Talk looks at women in government in the 70s on April 19

March 09, 2012

Forty years ago Newsweek magazine proclaimed, “the person in Washington who has done the most for the women’s movement may be Richard Nixon.”

Today opinions of the Nixon administration are strongly colored by foreign policy successes and the Watergate debacle, while its accomplishments in advancing the role of women in government have been overlooked. A new book reveals how “A Few Good Women” shattered the glass ceiling and opened up opportunities for generations to come.

The public is invited to join the Honorable Barbara Hackman Franklin and archivist and historian Lee Stout, for a discussion about this time in women's history, at 3:30 p.m. on Thursday, April 19, in the Foster Auditorium, 102 Paterno Library. The presentation, "A Matter of Simple Justice," is also the title of the newly published book that describes Franklin’s efforts to bring more women into the executive ranks of the Nixon administration.

Written by Stout, “A Matter of Simple Justice: The Untold Story of Barbara Hackman Franklin and A Few Good Women,” focuses on Franklin’s service in the White House from 1971 to 1973 where she recruited more than 100 women into upper-level government positions -- almost four times more than in any previous administration. A pioneer in her own right, Franklin, who is also a Penn State graduate, went on to serve as the 29th U.S. Secretary of Commerce.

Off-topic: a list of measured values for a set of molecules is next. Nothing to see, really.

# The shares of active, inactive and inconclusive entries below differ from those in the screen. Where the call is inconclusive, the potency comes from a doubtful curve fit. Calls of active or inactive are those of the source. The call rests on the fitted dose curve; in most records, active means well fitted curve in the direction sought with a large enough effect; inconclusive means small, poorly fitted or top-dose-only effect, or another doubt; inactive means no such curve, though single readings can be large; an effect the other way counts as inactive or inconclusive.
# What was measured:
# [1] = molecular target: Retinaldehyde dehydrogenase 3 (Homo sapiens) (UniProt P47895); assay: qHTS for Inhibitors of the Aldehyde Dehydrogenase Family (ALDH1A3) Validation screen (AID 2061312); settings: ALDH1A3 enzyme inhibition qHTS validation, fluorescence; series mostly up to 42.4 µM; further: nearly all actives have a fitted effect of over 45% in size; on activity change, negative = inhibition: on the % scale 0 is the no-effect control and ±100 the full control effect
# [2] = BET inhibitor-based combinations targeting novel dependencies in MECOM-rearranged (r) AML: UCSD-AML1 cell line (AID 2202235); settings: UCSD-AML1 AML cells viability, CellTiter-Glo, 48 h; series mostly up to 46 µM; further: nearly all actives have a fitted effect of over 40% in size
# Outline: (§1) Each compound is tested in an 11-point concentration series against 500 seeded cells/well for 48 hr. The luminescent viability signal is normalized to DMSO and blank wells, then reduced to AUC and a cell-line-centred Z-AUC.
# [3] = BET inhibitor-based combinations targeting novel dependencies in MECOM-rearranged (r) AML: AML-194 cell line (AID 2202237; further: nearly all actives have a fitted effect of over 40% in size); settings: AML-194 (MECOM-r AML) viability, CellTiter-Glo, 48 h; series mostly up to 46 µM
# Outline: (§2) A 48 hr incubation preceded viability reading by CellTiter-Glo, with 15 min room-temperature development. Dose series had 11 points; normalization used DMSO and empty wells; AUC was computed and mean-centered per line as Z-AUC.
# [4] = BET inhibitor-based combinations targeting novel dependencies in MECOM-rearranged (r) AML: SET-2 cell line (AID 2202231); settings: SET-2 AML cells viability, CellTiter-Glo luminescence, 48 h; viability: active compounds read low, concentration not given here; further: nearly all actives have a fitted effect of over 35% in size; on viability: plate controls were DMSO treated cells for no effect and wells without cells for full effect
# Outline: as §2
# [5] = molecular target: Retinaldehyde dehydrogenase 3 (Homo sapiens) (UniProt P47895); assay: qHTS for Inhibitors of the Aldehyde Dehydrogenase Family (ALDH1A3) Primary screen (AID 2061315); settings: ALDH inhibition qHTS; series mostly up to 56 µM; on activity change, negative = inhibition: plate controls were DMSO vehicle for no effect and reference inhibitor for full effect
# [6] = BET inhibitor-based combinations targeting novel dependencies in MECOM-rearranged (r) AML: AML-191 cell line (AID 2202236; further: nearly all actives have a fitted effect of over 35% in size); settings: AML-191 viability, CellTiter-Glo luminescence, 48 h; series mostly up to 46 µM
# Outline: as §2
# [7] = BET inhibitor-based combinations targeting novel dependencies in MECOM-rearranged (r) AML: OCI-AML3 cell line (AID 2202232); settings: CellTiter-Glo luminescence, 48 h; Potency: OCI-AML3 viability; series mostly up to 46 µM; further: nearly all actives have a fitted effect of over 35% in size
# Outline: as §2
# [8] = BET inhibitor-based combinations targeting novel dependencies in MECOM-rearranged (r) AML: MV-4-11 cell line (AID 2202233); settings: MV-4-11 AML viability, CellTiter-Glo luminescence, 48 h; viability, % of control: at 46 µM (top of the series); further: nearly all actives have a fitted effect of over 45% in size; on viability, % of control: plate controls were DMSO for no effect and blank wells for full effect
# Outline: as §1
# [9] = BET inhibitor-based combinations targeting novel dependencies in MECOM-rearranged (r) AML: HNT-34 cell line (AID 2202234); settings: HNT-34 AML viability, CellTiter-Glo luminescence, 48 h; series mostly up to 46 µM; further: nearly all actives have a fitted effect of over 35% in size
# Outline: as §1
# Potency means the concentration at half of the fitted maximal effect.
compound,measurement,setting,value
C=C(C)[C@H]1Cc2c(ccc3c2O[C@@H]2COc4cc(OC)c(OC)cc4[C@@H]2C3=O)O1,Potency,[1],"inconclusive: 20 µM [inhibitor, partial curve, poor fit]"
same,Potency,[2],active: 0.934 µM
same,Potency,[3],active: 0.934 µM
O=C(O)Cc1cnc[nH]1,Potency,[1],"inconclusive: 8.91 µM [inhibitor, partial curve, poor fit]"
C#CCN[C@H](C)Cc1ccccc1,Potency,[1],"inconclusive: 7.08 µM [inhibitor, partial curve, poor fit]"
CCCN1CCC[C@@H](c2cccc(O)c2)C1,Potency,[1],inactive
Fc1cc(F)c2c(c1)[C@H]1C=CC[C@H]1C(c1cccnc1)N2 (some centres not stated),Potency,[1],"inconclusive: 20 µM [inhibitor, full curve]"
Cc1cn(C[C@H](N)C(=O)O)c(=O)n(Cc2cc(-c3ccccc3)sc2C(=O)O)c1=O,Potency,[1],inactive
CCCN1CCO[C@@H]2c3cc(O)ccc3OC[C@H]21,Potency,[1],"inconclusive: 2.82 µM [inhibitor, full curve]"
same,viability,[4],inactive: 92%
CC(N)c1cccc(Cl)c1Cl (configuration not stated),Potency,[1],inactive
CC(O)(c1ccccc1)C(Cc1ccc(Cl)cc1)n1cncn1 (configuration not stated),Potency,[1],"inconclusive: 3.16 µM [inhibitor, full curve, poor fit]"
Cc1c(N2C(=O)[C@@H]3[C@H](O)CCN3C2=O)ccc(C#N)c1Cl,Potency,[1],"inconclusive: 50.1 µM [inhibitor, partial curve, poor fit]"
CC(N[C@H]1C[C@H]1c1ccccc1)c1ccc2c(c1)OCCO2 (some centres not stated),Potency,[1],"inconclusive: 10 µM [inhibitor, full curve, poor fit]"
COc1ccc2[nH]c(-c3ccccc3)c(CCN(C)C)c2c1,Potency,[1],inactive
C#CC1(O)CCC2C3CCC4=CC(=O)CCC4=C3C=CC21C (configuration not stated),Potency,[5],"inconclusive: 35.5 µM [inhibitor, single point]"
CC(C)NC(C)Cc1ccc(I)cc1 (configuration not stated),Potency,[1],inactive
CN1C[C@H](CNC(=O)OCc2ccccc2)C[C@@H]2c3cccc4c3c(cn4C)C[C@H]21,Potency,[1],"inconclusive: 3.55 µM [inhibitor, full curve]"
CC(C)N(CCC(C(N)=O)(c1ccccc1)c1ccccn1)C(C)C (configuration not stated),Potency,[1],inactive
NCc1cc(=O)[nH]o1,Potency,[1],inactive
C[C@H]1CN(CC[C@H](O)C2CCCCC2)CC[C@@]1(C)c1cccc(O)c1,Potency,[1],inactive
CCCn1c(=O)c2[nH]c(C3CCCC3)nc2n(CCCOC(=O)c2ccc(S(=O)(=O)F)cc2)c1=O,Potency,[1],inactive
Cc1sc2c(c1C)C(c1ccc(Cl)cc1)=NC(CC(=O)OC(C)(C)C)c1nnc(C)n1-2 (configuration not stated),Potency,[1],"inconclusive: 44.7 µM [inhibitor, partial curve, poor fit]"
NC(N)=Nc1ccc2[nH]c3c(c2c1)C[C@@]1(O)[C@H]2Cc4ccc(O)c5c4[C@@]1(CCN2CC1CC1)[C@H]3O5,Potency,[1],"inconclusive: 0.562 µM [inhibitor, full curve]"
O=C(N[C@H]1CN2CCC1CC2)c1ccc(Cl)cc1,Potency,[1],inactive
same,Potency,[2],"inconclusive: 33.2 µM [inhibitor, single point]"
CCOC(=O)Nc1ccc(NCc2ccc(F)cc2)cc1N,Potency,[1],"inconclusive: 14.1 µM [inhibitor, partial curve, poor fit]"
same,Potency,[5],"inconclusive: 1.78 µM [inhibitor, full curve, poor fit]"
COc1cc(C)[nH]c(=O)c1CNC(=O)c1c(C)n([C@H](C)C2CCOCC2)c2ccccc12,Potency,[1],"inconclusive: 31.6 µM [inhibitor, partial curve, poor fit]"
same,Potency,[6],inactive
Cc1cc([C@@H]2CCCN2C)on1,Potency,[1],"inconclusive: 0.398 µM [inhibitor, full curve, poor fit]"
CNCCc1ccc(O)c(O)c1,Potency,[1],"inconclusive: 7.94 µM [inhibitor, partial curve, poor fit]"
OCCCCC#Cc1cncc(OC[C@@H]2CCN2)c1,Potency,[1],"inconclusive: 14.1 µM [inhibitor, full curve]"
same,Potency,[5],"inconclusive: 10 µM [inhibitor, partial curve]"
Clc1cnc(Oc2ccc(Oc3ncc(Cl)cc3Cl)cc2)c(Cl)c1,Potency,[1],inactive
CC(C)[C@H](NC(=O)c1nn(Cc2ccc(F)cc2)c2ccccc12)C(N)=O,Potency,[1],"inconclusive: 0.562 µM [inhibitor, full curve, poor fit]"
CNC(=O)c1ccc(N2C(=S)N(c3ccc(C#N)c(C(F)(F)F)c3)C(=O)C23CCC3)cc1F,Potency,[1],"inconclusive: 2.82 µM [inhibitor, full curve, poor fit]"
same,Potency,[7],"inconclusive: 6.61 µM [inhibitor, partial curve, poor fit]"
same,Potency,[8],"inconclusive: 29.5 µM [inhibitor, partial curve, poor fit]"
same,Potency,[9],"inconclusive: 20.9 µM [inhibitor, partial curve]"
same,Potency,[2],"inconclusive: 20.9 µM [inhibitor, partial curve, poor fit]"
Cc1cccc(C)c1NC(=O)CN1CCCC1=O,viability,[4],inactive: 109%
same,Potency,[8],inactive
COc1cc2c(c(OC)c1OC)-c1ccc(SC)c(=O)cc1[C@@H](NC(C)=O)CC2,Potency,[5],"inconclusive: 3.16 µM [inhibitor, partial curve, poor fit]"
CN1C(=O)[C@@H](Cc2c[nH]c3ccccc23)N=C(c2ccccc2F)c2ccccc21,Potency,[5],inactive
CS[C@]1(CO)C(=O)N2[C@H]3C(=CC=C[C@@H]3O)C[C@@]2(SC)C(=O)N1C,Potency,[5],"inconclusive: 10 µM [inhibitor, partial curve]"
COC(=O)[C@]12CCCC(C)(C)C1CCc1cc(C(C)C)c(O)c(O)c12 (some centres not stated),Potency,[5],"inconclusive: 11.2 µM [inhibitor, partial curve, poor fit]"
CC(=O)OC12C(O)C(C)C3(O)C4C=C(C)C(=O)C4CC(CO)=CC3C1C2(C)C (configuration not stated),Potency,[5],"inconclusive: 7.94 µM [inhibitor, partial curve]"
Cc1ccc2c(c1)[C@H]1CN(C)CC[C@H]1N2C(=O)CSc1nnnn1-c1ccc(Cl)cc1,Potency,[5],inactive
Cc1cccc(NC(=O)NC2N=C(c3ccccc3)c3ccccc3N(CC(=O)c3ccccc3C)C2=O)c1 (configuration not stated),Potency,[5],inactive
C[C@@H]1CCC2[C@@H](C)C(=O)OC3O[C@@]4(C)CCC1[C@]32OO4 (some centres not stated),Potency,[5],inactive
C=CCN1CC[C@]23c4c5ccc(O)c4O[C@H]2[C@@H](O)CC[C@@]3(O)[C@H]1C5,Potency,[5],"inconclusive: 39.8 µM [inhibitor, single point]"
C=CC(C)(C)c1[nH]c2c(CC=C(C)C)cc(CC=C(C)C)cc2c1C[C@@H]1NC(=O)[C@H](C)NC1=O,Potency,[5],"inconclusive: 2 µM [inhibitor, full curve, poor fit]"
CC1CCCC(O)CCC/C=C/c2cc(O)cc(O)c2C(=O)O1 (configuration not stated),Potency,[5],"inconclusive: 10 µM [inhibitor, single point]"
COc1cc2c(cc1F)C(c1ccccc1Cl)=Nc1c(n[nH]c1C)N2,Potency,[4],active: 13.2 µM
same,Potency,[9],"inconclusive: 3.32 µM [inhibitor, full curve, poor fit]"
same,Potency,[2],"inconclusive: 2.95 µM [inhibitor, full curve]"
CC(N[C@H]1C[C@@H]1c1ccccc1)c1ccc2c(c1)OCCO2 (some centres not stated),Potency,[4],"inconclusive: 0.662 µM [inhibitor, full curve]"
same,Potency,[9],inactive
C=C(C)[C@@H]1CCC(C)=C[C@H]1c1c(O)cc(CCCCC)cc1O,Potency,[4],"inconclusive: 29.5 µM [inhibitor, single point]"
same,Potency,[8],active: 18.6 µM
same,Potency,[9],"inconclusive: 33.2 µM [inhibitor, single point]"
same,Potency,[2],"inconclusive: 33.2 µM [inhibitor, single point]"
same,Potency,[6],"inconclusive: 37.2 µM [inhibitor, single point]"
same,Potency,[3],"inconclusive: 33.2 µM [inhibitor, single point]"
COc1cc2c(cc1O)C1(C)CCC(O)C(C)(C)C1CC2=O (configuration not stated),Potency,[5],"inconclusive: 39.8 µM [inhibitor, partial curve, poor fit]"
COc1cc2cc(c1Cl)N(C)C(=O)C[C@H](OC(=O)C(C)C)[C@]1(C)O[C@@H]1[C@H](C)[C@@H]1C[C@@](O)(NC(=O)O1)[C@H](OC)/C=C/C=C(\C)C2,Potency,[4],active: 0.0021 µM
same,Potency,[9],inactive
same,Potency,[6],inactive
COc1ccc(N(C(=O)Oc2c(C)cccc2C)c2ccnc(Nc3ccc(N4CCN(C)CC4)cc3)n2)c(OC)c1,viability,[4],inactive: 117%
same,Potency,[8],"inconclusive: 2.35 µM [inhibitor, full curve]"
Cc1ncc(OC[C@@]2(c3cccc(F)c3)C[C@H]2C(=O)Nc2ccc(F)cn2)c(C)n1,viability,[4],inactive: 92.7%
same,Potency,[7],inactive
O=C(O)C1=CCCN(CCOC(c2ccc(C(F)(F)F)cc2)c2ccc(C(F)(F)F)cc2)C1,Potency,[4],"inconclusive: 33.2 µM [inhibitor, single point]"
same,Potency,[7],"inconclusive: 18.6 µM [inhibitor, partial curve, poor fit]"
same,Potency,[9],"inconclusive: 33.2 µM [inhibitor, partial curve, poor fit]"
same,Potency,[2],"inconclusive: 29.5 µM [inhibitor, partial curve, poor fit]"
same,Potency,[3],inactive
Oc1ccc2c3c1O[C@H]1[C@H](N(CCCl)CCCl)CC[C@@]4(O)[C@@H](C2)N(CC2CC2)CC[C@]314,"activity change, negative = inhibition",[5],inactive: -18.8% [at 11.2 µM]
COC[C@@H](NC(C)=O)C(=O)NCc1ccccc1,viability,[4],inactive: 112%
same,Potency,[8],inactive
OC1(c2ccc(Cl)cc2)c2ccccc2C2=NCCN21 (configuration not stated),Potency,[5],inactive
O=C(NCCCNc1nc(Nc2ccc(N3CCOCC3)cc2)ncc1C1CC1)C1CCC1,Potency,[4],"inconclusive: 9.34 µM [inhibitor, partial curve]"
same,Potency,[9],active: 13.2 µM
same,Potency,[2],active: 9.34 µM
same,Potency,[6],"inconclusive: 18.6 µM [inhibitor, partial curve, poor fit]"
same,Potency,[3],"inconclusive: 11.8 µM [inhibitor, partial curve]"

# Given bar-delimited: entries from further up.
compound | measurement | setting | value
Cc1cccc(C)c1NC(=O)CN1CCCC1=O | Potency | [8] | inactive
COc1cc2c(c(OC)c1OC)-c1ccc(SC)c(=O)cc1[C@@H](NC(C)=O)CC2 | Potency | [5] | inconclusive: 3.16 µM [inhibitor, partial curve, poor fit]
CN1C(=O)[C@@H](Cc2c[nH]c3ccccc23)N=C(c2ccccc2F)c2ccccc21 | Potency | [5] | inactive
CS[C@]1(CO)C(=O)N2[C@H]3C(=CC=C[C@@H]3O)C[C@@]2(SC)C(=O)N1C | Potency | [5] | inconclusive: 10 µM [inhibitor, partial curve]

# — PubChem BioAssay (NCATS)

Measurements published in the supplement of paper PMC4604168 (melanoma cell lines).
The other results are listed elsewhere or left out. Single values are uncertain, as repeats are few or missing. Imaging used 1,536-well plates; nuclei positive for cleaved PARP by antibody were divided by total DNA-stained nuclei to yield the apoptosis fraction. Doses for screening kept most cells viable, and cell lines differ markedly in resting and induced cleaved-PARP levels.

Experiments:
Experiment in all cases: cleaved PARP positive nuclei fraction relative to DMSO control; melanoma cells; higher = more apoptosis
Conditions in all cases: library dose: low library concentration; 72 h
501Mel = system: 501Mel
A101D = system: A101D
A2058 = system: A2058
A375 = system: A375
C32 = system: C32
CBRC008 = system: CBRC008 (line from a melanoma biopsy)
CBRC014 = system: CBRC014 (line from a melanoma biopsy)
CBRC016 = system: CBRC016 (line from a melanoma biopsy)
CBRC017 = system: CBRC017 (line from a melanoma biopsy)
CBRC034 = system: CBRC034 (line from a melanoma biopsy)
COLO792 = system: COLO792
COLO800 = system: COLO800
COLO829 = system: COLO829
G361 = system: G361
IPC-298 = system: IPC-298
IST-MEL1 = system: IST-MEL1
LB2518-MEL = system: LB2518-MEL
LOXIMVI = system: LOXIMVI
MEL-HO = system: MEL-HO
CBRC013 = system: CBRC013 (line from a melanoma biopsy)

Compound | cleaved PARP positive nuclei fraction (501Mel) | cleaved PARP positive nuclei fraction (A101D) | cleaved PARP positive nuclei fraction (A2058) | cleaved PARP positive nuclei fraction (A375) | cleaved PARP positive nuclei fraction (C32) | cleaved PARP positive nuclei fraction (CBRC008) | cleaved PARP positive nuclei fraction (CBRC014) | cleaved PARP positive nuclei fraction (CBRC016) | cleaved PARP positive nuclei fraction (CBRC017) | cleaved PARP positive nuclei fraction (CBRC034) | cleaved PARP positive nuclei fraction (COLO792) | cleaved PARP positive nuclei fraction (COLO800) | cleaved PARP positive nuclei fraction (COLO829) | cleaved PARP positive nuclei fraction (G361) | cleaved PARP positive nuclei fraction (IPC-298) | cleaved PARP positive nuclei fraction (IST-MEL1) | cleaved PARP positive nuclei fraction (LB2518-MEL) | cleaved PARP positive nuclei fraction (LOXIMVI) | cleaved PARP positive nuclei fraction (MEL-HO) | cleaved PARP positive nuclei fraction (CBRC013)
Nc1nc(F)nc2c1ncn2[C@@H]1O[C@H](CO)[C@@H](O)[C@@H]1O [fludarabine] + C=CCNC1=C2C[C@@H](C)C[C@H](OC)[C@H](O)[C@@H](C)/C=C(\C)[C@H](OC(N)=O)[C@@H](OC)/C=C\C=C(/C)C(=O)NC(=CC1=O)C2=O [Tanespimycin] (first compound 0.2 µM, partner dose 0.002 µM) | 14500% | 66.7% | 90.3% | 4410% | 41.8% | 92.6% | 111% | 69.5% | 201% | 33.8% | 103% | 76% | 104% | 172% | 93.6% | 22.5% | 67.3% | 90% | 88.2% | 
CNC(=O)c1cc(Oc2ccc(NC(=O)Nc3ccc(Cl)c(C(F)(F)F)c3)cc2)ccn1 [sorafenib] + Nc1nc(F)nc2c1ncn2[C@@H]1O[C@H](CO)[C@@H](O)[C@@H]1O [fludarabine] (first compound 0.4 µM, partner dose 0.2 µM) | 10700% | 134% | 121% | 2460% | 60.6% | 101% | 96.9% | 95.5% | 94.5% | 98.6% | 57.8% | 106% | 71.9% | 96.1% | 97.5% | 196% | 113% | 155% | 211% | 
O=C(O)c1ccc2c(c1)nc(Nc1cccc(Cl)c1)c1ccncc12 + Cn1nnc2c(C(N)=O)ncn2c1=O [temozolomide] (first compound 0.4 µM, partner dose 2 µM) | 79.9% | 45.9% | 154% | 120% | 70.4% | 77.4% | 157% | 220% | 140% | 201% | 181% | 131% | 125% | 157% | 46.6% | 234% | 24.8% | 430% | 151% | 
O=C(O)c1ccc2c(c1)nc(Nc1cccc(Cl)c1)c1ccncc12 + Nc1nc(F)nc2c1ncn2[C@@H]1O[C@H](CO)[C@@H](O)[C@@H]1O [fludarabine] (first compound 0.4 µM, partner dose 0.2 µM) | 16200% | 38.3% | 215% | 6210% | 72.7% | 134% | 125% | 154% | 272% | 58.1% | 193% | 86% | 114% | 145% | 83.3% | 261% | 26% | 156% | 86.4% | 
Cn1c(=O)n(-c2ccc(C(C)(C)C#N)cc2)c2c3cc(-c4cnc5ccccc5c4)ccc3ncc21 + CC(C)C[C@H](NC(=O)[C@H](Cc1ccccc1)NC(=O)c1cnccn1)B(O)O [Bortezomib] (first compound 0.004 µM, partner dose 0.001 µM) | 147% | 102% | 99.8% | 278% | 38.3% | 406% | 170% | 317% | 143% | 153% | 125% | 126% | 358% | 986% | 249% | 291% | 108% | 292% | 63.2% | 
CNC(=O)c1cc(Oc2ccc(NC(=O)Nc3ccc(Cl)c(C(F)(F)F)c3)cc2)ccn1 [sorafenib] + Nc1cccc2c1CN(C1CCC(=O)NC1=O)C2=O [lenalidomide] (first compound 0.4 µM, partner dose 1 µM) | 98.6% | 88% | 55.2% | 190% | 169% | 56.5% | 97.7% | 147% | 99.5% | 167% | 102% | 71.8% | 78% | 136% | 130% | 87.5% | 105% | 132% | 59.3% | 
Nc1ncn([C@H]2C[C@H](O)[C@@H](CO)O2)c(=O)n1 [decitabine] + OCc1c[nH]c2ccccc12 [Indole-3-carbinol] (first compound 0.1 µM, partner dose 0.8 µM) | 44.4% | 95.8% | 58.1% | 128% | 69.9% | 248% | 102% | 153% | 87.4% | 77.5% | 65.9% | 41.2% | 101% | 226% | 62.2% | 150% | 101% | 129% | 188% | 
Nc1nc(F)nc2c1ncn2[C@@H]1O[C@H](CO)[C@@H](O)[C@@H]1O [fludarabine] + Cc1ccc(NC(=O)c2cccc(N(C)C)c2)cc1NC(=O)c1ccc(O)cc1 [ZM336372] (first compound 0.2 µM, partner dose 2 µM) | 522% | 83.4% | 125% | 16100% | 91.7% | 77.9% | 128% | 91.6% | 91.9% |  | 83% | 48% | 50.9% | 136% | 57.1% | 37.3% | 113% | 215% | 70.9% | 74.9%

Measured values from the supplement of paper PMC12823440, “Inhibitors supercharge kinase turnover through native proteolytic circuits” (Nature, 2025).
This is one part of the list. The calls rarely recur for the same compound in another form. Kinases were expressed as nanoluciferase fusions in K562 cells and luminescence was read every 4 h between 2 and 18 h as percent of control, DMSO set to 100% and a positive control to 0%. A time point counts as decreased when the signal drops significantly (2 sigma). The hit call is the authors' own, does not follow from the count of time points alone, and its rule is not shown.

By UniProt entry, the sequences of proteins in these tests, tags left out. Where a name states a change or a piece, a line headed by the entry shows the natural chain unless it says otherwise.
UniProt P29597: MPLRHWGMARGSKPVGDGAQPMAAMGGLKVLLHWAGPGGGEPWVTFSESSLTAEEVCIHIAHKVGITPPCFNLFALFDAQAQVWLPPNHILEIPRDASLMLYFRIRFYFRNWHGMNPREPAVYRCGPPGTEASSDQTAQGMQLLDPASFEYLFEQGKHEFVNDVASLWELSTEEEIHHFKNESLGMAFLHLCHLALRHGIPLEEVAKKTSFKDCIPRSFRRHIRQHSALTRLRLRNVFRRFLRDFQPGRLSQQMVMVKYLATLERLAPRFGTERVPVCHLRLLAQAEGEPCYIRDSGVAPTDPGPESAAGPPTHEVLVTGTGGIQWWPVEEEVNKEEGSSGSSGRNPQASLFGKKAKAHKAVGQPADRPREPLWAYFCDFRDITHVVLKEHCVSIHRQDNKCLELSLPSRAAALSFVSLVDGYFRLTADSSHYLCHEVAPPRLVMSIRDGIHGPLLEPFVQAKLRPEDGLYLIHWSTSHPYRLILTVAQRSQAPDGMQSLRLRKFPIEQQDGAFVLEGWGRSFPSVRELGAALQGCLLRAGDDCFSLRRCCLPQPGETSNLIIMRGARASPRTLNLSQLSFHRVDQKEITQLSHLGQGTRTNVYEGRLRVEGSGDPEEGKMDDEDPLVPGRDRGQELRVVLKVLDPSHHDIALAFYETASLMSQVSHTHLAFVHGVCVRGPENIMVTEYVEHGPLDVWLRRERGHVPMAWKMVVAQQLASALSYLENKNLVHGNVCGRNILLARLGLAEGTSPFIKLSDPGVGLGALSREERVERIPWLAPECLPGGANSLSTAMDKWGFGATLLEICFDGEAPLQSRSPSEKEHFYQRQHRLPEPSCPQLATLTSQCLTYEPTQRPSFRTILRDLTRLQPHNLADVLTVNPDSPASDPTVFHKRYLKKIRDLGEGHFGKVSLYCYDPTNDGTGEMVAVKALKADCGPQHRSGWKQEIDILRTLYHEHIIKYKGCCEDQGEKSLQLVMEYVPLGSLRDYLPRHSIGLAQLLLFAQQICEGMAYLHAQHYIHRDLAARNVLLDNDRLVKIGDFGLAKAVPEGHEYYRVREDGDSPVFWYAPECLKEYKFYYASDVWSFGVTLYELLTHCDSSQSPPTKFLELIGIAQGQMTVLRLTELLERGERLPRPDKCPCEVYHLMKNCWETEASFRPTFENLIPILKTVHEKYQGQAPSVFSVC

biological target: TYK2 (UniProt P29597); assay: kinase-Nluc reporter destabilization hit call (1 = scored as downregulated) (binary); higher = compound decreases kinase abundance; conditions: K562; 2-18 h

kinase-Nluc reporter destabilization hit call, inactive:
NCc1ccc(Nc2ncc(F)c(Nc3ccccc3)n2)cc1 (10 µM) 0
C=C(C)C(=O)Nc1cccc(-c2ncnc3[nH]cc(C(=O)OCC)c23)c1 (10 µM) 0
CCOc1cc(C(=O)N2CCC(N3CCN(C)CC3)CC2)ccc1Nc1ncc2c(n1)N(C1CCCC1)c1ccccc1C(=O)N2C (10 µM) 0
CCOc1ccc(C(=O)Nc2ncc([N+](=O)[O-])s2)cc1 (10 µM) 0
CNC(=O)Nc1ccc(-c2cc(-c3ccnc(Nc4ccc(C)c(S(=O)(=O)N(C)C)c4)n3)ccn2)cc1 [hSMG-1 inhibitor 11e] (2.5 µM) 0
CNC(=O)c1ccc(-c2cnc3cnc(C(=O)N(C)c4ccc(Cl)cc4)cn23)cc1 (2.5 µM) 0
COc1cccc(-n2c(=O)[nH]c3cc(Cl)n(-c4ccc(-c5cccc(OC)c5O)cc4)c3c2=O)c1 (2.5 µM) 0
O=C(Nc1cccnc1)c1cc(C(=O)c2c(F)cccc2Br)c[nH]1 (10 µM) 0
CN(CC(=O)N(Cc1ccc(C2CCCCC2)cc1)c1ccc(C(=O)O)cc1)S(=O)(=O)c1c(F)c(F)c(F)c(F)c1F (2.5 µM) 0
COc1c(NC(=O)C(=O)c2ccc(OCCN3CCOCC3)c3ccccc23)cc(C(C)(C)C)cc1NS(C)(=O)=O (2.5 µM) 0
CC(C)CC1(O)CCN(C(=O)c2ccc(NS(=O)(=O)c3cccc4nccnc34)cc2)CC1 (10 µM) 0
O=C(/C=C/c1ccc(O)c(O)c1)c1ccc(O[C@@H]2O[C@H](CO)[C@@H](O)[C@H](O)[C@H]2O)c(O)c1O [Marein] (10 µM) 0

The book also features fascinating excerpts from interviews with prominent women and men who discuss their experiences during “The Gender Revolution.” Stout highlights the personal stories of trailblazing women such as Ambassador Anne Armstrong, Former Congresswoman Helen Delich Bentley, Senator Elizabeth Dole, Judge Cynthia Hall, and Secretary of Housing and Urban Development Carla Hills. Their interviews are part of the University Libraries' “A Few Good Women” Oral History Collection," described online at

This presentation also can be viewed live online from

A book signing will follow in Mann Assembly Room, 103 Paterno Library. Books will be available for sale. Learn more about the book and read excerpts at online.

For more information, including physical access and special accommodations, contact Shirley Davis at 814-863-5449 or


  • Honorable Barbara Hackman Franklin and archivist and historian Lee Stout

    IMAGE: Penn State
Last Updated January 09, 2015